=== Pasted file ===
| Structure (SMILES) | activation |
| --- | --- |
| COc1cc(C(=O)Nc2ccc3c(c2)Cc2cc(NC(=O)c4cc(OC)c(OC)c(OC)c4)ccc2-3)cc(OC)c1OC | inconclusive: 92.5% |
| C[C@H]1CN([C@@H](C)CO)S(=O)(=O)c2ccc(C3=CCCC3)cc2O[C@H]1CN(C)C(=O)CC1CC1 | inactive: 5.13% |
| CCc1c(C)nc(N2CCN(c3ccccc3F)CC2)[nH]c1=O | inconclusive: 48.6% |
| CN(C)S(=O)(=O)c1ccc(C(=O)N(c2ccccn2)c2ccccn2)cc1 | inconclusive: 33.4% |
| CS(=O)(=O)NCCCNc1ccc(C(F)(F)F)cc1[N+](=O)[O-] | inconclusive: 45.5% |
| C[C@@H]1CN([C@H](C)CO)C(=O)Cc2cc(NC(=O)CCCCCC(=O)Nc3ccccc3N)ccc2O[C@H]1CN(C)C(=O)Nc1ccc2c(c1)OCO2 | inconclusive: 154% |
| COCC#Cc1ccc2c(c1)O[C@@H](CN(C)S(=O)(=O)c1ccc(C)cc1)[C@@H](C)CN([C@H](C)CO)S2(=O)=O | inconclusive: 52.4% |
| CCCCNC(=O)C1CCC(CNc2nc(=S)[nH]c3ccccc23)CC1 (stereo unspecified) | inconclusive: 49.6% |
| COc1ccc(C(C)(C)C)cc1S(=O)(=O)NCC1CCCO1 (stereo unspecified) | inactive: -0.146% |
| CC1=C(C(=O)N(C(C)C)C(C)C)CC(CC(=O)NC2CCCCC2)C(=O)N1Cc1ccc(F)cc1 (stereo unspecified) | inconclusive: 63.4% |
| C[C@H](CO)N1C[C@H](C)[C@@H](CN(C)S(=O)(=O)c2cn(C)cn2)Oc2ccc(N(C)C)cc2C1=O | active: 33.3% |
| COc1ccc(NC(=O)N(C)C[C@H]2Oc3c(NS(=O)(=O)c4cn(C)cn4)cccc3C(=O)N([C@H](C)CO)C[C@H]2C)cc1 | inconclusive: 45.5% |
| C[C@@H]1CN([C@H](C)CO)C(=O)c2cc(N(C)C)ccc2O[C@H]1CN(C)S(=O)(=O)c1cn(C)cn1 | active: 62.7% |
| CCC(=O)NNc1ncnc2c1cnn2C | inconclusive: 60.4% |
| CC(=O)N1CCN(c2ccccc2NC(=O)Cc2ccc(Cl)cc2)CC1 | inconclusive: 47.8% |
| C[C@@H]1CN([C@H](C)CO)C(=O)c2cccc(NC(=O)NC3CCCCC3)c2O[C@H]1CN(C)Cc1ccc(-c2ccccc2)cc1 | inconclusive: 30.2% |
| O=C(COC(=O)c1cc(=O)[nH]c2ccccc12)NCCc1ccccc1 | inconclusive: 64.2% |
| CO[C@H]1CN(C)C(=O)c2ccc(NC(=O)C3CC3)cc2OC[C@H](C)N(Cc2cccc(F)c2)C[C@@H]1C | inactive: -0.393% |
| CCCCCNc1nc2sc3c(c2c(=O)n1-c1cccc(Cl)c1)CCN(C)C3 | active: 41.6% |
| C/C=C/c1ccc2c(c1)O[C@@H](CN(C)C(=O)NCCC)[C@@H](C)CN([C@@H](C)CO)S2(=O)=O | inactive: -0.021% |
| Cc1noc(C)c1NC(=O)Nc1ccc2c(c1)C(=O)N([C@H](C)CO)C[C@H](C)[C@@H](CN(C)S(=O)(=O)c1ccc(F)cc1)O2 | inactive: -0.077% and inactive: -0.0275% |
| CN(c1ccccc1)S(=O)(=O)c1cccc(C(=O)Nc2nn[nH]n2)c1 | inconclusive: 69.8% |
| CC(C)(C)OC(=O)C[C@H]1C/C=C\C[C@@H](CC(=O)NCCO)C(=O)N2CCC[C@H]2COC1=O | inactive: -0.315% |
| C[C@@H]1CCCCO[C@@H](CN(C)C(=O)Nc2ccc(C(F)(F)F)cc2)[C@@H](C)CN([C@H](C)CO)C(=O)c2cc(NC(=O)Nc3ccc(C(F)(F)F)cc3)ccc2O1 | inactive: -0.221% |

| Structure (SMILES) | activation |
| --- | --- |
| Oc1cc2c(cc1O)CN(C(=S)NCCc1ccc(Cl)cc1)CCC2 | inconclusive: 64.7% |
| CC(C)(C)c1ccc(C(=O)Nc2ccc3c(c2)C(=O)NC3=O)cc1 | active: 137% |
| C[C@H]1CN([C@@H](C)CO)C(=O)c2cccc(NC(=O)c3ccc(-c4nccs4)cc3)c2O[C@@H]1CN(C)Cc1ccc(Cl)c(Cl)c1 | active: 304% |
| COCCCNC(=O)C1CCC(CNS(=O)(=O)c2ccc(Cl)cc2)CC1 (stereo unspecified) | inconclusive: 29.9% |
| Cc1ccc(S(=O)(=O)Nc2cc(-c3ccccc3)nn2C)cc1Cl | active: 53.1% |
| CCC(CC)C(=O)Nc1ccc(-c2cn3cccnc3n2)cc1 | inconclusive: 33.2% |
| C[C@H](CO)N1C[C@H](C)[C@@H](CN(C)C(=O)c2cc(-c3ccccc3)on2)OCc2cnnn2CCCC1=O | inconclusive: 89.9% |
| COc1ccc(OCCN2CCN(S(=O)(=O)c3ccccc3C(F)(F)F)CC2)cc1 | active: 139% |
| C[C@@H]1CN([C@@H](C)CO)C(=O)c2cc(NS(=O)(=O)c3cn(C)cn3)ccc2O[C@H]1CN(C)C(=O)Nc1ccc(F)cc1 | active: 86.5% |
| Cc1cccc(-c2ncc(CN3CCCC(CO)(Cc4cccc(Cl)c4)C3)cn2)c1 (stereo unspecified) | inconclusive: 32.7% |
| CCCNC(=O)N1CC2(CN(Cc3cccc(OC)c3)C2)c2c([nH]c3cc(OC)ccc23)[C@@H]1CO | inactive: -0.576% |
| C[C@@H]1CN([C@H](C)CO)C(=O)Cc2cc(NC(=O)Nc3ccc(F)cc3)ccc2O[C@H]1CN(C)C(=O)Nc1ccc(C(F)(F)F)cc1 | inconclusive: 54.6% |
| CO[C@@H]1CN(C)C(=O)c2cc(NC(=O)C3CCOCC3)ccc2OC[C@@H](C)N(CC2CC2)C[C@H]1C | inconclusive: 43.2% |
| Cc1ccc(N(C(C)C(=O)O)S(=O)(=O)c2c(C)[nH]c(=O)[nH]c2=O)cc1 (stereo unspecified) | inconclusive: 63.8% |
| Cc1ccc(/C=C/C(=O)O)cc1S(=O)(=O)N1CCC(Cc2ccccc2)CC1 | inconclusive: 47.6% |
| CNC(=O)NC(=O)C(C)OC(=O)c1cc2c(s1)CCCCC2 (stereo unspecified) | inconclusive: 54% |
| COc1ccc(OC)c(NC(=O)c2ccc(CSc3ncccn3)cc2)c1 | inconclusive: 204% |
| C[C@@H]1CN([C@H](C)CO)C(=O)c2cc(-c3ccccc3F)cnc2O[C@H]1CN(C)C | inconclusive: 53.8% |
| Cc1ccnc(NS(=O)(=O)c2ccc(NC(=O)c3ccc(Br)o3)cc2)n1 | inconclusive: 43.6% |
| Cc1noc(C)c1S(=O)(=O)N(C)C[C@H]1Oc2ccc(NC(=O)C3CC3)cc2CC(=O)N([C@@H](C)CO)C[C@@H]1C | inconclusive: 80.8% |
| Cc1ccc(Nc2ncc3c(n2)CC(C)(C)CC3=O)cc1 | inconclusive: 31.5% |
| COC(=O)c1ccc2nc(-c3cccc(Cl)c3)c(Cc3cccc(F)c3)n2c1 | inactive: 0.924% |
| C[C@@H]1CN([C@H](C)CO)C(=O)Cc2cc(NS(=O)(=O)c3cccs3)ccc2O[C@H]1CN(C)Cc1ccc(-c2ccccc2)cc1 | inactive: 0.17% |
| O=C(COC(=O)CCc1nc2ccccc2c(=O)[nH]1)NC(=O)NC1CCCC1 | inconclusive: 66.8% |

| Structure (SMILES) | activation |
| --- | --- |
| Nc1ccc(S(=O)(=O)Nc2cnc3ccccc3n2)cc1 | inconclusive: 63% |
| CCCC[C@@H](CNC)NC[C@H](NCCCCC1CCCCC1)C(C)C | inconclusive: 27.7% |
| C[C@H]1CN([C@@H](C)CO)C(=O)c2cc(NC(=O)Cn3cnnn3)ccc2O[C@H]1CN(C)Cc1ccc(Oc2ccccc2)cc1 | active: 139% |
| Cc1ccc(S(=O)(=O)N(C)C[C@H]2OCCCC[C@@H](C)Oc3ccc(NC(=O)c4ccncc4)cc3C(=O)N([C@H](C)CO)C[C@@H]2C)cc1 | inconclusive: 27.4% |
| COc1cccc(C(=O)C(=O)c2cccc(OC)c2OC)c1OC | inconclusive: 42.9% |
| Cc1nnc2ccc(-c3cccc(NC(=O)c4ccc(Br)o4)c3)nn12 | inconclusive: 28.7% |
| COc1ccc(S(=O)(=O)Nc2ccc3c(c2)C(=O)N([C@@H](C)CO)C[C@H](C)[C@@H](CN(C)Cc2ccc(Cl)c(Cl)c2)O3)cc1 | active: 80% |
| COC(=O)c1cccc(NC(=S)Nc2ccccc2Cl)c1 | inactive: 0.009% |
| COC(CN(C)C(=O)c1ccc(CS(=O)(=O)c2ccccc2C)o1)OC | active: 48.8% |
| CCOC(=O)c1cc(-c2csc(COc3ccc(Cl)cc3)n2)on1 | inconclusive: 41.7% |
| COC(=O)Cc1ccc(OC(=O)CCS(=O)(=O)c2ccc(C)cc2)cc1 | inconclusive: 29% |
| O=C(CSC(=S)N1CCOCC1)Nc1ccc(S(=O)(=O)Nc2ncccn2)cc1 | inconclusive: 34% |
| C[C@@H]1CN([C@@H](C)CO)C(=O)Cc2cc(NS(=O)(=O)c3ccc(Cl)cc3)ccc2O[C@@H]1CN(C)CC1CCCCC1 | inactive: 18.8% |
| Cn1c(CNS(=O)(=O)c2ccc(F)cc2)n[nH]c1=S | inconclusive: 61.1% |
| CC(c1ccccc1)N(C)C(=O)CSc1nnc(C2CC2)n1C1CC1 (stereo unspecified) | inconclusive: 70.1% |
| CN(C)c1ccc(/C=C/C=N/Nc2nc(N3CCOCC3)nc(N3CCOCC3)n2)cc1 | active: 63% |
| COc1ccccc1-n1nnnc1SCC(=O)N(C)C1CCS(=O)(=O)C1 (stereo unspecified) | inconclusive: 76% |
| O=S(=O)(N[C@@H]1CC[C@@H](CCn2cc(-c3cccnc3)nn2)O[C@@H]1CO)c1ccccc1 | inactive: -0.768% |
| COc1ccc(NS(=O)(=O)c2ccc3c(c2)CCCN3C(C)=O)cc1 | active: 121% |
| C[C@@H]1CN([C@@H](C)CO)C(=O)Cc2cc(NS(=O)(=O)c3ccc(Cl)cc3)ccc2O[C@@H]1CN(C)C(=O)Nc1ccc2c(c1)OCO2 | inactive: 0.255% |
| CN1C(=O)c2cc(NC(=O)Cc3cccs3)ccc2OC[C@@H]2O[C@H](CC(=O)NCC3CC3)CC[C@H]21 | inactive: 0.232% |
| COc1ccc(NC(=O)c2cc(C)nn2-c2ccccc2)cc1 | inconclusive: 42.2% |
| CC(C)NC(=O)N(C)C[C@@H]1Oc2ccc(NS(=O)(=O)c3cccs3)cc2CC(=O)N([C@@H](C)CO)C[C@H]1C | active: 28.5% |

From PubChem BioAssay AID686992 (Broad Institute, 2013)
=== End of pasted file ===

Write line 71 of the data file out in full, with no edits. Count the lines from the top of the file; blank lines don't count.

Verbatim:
| COc1ccccc1-n1nnnc1SCC(=O)N(C)C1CCS(=O)(=O)C1 (stereo unspecified) | inconclusive: 76% |